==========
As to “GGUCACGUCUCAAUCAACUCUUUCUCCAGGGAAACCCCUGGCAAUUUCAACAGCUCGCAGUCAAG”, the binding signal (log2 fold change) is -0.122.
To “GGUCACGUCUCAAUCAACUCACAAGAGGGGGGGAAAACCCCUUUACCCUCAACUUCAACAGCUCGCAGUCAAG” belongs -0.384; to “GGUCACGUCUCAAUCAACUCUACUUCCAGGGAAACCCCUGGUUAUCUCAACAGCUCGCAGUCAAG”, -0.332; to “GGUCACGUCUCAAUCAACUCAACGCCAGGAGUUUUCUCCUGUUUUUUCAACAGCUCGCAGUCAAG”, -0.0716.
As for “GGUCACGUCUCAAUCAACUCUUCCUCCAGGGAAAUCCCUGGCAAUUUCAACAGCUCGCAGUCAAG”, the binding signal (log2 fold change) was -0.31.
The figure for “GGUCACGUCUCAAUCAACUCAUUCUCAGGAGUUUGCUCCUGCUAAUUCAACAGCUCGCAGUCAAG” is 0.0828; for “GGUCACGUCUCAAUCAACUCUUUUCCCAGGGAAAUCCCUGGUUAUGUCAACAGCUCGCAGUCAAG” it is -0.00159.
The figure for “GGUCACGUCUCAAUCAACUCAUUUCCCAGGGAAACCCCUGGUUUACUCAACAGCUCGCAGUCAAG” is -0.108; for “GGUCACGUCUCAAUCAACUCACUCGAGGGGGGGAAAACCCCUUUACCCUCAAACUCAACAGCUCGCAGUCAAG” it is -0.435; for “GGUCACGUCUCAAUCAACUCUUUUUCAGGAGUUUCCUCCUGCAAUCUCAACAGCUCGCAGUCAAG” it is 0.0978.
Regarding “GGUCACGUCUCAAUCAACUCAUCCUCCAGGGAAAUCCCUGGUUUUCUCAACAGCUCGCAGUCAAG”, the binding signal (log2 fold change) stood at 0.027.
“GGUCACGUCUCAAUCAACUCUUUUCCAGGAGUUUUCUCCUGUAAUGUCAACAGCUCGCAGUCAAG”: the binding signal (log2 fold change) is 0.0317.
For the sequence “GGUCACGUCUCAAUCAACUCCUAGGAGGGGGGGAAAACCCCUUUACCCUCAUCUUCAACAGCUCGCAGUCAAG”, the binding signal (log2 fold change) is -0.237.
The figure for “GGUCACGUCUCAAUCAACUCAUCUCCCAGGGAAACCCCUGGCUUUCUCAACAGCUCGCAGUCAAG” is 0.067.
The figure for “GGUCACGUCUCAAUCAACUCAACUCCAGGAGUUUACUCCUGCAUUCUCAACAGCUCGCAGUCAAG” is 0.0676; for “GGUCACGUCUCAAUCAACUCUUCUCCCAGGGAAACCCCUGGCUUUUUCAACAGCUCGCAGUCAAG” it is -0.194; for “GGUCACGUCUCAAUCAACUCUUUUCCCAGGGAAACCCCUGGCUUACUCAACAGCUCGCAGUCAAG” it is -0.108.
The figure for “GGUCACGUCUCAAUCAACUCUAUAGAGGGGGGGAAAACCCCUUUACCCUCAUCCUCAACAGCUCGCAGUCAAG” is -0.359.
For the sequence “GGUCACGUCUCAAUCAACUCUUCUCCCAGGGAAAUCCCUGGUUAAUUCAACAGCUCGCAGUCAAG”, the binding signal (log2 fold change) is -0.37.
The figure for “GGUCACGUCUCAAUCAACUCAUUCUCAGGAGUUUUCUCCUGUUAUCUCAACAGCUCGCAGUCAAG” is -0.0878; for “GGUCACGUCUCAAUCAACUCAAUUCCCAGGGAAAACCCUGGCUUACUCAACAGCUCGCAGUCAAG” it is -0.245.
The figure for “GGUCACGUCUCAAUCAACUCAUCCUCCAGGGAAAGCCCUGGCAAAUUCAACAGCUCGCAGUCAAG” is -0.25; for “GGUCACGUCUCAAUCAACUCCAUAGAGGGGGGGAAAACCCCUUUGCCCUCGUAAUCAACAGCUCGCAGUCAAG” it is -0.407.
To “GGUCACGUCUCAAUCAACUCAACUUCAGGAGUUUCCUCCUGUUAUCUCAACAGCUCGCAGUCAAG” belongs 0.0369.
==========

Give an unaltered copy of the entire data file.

As to “GGUCACGUCUCAAUCAACUCUUUCUCCAGGGAAACCCCUGGCAAUUUCAACAGCUCGCAGUCAAG”, the binding signal (log2 fold change) is -0.122.
To “GGUCACGUCUCAAUCAACUCACAAGAGGGGGGGAAAACCCCUUUACCCUCAACUUCAACAGCUCGCAGUCAAG” belongs -0.384; to “GGUCACGUCUCAAUCAACUCUACUUCCAGGGAAACCCCUGGUUAUCUCAACAGCUCGCAGUCAAG”, -0.332; to “GGUCACGUCUCAAUCAACUCAACGCCAGGAGUUUUCUCCUGUUUUUUCAACAGCUCGCAGUCAAG”, -0.0716.
As for “GGUCACGUCUCAAUCAACUCUUCCUCCAGGGAAAUCCCUGGCAAUUUCAACAGCUCGCAGUCAAG”, the binding signal (log2 fold change) was -0.31.
The figure for “GGUCACGUCUCAAUCAACUCAUUCUCAGGAGUUUGCUCCUGCUAAUUCAACAGCUCGCAGUCAAG” is 0.0828; for “GGUCACGUCUCAAUCAACUCUUUUCCCAGGGAAAUCCCUGGUUAUGUCAACAGCUCGCAGUCAAG” it is -0.00159.
The figure for “GGUCACGUCUCAAUCAACUCAUUUCCCAGGGAAACCCCUGGUUUACUCAACAGCUCGCAGUCAAG” is -0.108; for “GGUCACGUCUCAAUCAACUCACUCGAGGGGGGGAAAACCCCUUUACCCUCAAACUCAACAGCUCGCAGUCAAG” it is -0.435; for “GGUCACGUCUCAAUCAACUCUUUUUCAGGAGUUUCCUCCUGCAAUCUCAACAGCUCGCAGUCAAG” it is 0.0978.
Regarding “GGUCACGUCUCAAUCAACUCAUCCUCCAGGGAAAUCCCUGGUUUUCUCAACAGCUCGCAGUCAAG”, the binding signal (log2 fold change) stood at 0.027.
“GGUCACGUCUCAAUCAACUCUUUUCCAGGAGUUUUCUCCUGUAAUGUCAACAGCUCGCAGUCAAG”: the binding signal (log2 fold change) is 0.0317.
For the sequence “GGUCACGUCUCAAUCAACUCCUAGGAGGGGGGGAAAACCCCUUUACCCUCAUCUUCAACAGCUCGCAGUCAAG”, the binding signal (log2 fold change) is -0.237.
The figure for “GGUCACGUCUCAAUCAACUCAUCUCCCAGGGAAACCCCUGGCUUUCUCAACAGCUCGCAGUCAAG” is 0.067.
The figure for “GGUCACGUCUCAAUCAACUCAACUCCAGGAGUUUACUCCUGCAUUCUCAACAGCUCGCAGUCAAG” is 0.0676; for “GGUCACGUCUCAAUCAACUCUUCUCCCAGGGAAACCCCUGGCUUUUUCAACAGCUCGCAGUCAAG” it is -0.194; for “GGUCACGUCUCAAUCAACUCUUUUCCCAGGGAAACCCCUGGCUUACUCAACAGCUCGCAGUCAAG” it is -0.108.
The figure for “GGUCACGUCUCAAUCAACUCUAUAGAGGGGGGGAAAACCCCUUUACCCUCAUCCUCAACAGCUCGCAGUCAAG” is -0.359.
For the sequence “GGUCACGUCUCAAUCAACUCUUCUCCCAGGGAAAUCCCUGGUUAAUUCAACAGCUCGCAGUCAAG”, the binding signal (log2 fold change) is -0.37.
The figure for “GGUCACGUCUCAAUCAACUCAUUCUCAGGAGUUUUCUCCUGUUAUCUCAACAGCUCGCAGUCAAG” is -0.0878; for “GGUCACGUCUCAAUCAACUCAAUUCCCAGGGAAAACCCUGGCUUACUCAACAGCUCGCAGUCAAG” it is -0.245.
The figure for “GGUCACGUCUCAAUCAACUCAUCCUCCAGGGAAAGCCCUGGCAAAUUCAACAGCUCGCAGUCAAG” is -0.25; for “GGUCACGUCUCAAUCAACUCCAUAGAGGGGGGGAAAACCCCUUUGCCCUCGUAAUCAACAGCUCGCAGUCAAG” it is -0.407.
To “GGUCACGUCUCAAUCAACUCAACUUCAGGAGUUUCCUCCUGUUAUCUCAACAGCUCGCAGUCAAG” belongs 0.0369.